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Racial disparities seen in pediatric postoperative mortality rates



Among Black and White children, higher socioeconomic status (SES) was associated with lower pediatric postoperative mortality, according to a cohort study published in JAMA Network Open. However, this association was not equitable when comparing Black and White children.

The results showed that postoperative mortality rates were significantly higher in Black children in the highest income category, compared with White children in the same category.

“[We] assessed whether increasing family SES is associated with lower pediatric postoperative mortality and, if so, whether this association is equitable among Black and White children,” Brittany L. Willer, MD, of Nationwide Children’s Hospital in Columbus, Ohio, and colleagues wrote.

The researchers retrospectively analyzed data from 51 pediatric tertiary care hospitals apart of the Children’s Hospital Association Pediatric Health Information System. The cohort included children younger than 18 years who underwent inpatient surgical procedures between January 2004 and December 2020.

The exposures of interest were race and parental income quartile; the primary endpoint was risk-adjusted in-hospital mortality rates by race and parental income quartile.


The study cohort included 1,378,111 participants, including 248,464 (18.0%) Black and 1,129,647 (82.0%) White children, respectively.

The overall mortality rate was 1.2%, and rates decreased as income quartile increased (1.4% in quartile 1 [lowest income]; 1.3% in quartile 2; 1.0% in quartile 3; and 0.9% in quartile 4 [highest income]; P < .001).

Among participants in the three lowest income quartiles, Black children had 33% greater odds of postoperative death versus White children (adjusted odds ratio, 1.33; 95% confidence interval, 1.27-1.39; P < .001). This difference persisted in children in the highest income quartile (aOR, 1.39; 95% CI, 1.25-1.54; P < .001).

In addition, postoperative mortality rates in Black children in the highest income quartile (1.30%; 95% CI, 1.19%-1.42%) were similar to those of White children in the lowest income quartile (1.20%; 95% CI, 1.16%-1.25%).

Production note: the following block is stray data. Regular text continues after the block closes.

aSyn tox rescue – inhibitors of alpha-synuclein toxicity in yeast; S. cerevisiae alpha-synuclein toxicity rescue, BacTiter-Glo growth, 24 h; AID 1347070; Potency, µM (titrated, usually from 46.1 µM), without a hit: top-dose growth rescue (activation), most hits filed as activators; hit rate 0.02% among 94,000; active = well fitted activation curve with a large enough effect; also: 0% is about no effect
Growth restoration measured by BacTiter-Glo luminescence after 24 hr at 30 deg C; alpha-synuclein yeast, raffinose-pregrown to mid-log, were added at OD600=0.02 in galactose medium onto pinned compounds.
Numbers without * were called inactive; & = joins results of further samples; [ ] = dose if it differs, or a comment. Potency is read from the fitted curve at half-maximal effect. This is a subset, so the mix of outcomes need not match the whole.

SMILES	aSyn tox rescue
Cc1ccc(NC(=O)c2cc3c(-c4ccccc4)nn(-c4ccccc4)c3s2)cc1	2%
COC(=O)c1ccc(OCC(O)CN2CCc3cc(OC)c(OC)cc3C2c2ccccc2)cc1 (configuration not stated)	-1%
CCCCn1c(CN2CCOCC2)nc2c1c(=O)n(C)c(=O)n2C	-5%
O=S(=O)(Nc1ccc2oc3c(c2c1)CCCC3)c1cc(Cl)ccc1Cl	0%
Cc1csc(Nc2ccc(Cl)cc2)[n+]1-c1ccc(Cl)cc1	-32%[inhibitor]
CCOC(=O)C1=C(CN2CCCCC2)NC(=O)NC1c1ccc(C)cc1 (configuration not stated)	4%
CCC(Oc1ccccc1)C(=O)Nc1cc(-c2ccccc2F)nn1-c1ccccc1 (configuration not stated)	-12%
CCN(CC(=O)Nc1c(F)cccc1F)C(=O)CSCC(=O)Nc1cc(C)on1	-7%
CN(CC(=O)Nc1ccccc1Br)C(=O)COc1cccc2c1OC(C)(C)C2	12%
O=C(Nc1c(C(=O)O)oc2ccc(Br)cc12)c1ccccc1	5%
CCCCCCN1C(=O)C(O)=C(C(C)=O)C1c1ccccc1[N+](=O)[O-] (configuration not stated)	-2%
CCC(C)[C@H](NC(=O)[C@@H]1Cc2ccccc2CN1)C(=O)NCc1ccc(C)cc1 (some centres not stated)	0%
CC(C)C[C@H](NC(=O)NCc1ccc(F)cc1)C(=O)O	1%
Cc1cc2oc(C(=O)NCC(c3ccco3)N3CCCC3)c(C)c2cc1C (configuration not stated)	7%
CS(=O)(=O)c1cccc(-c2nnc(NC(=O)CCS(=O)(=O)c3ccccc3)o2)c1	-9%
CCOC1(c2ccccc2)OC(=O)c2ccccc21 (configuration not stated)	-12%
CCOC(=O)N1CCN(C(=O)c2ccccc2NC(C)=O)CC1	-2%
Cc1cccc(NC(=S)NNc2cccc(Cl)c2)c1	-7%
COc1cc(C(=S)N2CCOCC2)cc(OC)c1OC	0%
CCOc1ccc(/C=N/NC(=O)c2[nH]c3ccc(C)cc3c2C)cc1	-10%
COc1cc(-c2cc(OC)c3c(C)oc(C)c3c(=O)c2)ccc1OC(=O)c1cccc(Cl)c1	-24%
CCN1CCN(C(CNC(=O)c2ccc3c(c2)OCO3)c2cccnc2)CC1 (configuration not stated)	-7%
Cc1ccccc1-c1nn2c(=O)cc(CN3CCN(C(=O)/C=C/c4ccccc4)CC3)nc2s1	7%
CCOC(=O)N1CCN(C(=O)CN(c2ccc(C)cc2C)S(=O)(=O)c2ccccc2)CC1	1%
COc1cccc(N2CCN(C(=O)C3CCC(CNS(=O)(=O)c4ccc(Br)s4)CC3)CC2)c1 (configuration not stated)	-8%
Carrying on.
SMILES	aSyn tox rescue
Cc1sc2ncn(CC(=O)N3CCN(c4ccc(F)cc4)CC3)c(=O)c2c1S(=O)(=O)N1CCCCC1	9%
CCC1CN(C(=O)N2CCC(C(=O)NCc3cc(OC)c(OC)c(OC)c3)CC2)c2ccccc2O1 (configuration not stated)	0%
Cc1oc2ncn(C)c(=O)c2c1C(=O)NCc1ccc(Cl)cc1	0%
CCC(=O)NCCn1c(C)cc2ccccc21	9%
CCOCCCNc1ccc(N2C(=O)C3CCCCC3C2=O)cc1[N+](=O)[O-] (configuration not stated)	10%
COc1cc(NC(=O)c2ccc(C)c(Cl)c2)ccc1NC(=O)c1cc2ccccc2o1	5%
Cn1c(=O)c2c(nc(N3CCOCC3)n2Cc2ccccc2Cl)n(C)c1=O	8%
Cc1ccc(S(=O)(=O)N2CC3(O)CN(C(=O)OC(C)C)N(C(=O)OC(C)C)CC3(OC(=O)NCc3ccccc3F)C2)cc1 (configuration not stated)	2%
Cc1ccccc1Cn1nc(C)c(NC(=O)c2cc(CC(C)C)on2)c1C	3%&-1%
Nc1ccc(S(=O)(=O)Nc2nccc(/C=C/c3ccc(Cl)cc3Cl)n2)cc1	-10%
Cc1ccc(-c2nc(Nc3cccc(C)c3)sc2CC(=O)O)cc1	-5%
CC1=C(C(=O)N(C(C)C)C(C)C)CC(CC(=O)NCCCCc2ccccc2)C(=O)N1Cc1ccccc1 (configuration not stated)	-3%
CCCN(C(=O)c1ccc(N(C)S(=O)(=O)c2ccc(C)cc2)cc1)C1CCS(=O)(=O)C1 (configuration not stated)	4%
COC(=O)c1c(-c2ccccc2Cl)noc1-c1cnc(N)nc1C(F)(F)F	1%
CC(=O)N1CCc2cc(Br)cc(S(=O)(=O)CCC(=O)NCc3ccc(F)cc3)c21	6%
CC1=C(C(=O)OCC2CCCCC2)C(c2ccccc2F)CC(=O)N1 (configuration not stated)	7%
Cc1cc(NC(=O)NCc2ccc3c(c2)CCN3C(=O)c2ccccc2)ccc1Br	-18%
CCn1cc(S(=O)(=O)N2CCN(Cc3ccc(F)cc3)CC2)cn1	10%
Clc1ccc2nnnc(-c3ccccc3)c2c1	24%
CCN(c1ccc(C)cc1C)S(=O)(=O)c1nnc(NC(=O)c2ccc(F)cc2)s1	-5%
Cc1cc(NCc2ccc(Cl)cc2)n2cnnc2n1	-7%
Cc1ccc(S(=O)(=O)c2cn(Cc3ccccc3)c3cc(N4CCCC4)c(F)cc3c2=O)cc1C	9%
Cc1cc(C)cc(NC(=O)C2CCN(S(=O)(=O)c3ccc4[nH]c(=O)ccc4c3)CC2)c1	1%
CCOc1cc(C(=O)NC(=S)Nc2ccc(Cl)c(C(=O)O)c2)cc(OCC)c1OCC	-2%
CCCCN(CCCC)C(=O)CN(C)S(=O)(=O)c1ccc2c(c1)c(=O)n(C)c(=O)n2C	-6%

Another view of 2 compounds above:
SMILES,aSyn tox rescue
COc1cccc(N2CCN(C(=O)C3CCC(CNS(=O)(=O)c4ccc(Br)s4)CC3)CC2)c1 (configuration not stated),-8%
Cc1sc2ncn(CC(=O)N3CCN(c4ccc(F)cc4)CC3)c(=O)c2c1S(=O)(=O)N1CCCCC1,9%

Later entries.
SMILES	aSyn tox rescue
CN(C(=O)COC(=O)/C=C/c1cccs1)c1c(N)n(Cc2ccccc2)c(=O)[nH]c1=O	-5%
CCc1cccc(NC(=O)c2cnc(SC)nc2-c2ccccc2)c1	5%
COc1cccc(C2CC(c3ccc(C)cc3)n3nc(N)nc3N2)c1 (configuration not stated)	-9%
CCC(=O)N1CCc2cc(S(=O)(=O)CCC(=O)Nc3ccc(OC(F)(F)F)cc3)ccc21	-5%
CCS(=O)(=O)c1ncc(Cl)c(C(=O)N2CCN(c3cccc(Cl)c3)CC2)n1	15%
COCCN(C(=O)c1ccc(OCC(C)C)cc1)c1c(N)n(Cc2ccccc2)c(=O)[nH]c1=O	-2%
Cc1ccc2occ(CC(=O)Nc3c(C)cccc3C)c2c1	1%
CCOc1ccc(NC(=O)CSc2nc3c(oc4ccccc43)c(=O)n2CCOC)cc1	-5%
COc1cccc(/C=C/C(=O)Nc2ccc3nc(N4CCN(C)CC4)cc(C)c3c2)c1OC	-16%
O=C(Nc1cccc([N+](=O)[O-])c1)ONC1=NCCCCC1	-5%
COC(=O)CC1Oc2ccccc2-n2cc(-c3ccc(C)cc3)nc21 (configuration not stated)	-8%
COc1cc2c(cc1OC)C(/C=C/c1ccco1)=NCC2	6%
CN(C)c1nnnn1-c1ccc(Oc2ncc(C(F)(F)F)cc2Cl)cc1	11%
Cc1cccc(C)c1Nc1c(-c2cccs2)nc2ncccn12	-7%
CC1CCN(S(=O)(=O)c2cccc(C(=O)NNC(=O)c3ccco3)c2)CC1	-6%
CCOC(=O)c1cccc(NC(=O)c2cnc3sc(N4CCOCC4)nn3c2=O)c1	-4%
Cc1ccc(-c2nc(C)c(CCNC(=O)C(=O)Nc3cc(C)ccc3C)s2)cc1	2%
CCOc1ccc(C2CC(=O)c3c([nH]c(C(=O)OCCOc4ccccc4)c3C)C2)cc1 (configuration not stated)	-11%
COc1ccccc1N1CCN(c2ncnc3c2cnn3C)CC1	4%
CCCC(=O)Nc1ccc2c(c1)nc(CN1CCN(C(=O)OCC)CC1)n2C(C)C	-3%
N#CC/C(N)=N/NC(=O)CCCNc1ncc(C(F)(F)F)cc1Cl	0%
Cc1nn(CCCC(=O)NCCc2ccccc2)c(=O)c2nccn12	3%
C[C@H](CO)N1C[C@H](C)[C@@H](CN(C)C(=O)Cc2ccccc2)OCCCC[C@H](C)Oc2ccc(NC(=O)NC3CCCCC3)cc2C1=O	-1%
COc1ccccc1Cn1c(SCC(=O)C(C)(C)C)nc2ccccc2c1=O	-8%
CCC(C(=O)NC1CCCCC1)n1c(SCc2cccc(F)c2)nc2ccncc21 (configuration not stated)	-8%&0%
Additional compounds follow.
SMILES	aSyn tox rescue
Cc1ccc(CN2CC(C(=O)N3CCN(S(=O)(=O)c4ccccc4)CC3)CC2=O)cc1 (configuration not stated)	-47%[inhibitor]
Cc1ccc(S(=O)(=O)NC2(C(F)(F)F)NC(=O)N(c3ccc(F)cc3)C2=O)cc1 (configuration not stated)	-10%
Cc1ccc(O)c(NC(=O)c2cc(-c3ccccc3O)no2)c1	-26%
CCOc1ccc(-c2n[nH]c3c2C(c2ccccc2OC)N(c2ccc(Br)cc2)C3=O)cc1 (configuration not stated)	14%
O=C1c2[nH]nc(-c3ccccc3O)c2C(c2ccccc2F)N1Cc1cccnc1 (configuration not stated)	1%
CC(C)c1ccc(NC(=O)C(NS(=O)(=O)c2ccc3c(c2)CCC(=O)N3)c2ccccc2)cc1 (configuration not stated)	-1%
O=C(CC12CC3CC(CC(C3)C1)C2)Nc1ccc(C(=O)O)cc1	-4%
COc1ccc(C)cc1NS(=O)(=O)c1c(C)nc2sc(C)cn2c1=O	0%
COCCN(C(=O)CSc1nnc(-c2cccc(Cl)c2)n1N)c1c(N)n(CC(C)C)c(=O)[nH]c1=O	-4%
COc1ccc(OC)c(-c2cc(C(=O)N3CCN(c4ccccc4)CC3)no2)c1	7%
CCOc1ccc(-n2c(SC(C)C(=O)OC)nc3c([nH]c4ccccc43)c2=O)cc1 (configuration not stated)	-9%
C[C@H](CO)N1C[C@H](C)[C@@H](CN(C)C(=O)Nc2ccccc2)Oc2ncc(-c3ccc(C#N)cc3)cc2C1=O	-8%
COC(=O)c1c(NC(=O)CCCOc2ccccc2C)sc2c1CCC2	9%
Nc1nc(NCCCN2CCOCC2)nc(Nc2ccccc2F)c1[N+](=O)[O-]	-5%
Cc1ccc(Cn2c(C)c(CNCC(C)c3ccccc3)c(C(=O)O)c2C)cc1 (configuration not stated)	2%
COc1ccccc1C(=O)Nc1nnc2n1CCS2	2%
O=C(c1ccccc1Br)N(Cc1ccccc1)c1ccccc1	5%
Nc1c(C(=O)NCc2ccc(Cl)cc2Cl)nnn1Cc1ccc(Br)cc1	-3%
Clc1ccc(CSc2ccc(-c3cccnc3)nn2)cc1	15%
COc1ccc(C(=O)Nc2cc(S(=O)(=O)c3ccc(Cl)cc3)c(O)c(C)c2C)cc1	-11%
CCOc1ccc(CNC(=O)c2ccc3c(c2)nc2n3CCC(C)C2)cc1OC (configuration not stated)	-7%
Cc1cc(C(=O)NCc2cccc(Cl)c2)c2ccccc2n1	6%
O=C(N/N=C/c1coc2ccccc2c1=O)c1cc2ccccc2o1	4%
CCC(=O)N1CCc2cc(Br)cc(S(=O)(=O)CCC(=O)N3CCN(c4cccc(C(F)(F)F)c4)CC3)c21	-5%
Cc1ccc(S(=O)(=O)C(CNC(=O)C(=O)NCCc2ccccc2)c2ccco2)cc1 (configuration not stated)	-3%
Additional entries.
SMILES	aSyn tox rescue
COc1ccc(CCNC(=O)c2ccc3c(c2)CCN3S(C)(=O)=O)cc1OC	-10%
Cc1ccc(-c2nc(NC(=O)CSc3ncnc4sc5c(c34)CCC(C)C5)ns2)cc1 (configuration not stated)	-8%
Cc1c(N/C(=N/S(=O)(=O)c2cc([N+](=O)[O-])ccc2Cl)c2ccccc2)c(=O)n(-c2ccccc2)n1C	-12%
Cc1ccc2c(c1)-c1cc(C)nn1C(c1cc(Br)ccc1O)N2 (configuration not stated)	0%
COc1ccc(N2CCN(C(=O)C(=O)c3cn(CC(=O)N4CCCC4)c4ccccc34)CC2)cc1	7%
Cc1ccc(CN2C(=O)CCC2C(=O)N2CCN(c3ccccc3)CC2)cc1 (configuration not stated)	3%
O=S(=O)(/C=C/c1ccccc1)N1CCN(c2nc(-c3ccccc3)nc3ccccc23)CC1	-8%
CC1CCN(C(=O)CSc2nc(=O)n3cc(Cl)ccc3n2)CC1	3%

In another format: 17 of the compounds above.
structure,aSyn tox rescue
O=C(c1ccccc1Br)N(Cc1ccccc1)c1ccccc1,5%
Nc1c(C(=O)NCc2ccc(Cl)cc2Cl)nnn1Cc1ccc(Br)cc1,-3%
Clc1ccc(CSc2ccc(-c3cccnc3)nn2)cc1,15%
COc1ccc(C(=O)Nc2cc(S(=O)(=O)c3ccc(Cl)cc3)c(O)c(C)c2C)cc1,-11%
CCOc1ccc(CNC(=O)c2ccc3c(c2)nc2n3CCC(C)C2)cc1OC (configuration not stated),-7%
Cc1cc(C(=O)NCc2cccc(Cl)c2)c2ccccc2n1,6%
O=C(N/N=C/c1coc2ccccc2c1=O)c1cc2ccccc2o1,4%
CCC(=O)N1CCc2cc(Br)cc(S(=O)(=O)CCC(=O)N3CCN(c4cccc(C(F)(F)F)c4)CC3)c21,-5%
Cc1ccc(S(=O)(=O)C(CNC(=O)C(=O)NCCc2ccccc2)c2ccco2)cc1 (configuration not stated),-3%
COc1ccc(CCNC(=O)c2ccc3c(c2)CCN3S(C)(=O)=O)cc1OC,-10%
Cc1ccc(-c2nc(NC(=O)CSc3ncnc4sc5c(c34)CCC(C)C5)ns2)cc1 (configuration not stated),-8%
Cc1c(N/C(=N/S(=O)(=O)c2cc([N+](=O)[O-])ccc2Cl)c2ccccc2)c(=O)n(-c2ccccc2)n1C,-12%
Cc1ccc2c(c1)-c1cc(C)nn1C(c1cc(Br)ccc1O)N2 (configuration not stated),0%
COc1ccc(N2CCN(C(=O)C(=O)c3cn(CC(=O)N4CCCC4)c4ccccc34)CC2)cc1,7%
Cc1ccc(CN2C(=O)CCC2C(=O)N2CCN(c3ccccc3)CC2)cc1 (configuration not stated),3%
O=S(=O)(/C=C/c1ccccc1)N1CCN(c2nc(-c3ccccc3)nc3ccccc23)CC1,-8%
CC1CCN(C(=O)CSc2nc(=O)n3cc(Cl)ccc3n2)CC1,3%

“These findings suggest that increasing family SES did not provide equitable advantage to Black, compared with White children, and interventions that target socioeconomic inequities alone may not fully address persistent racial disparities in pediatric postoperative mortality,” wrote Dr. Willer and colleagues. “A multifaceted approach that includes dismantling of socioeconomic barriers, equitable availability of comprehensive pediatric surgical care, and personalized care for children of all races is needed.”

The researchers acknowledged that a potential limitation of the study was the use of zip code–level median household income as a proxy for family SES.

A perspective

In an interview, Timothy Joos, MD, a Seattle internist and pediatrician in private practice, said “there is a fair dose of racism and classism inside all of us – recognizing and coming to terms with it are steps toward improving equity issues.

“As providers, we have to remind ourselves to give our most prompt and thorough care to the patients with the most acute and severe illnesses,” Dr. Joos said. “As organizations, we have to pursue feedback from all our clients, but with special outreach to those that are used to not having their voices heard.”

No funding sources were reported. The authors reported no relevant disclosures. Dr. Joos is a member of the Pediatric News editorial advisory board but had no other disclosures.

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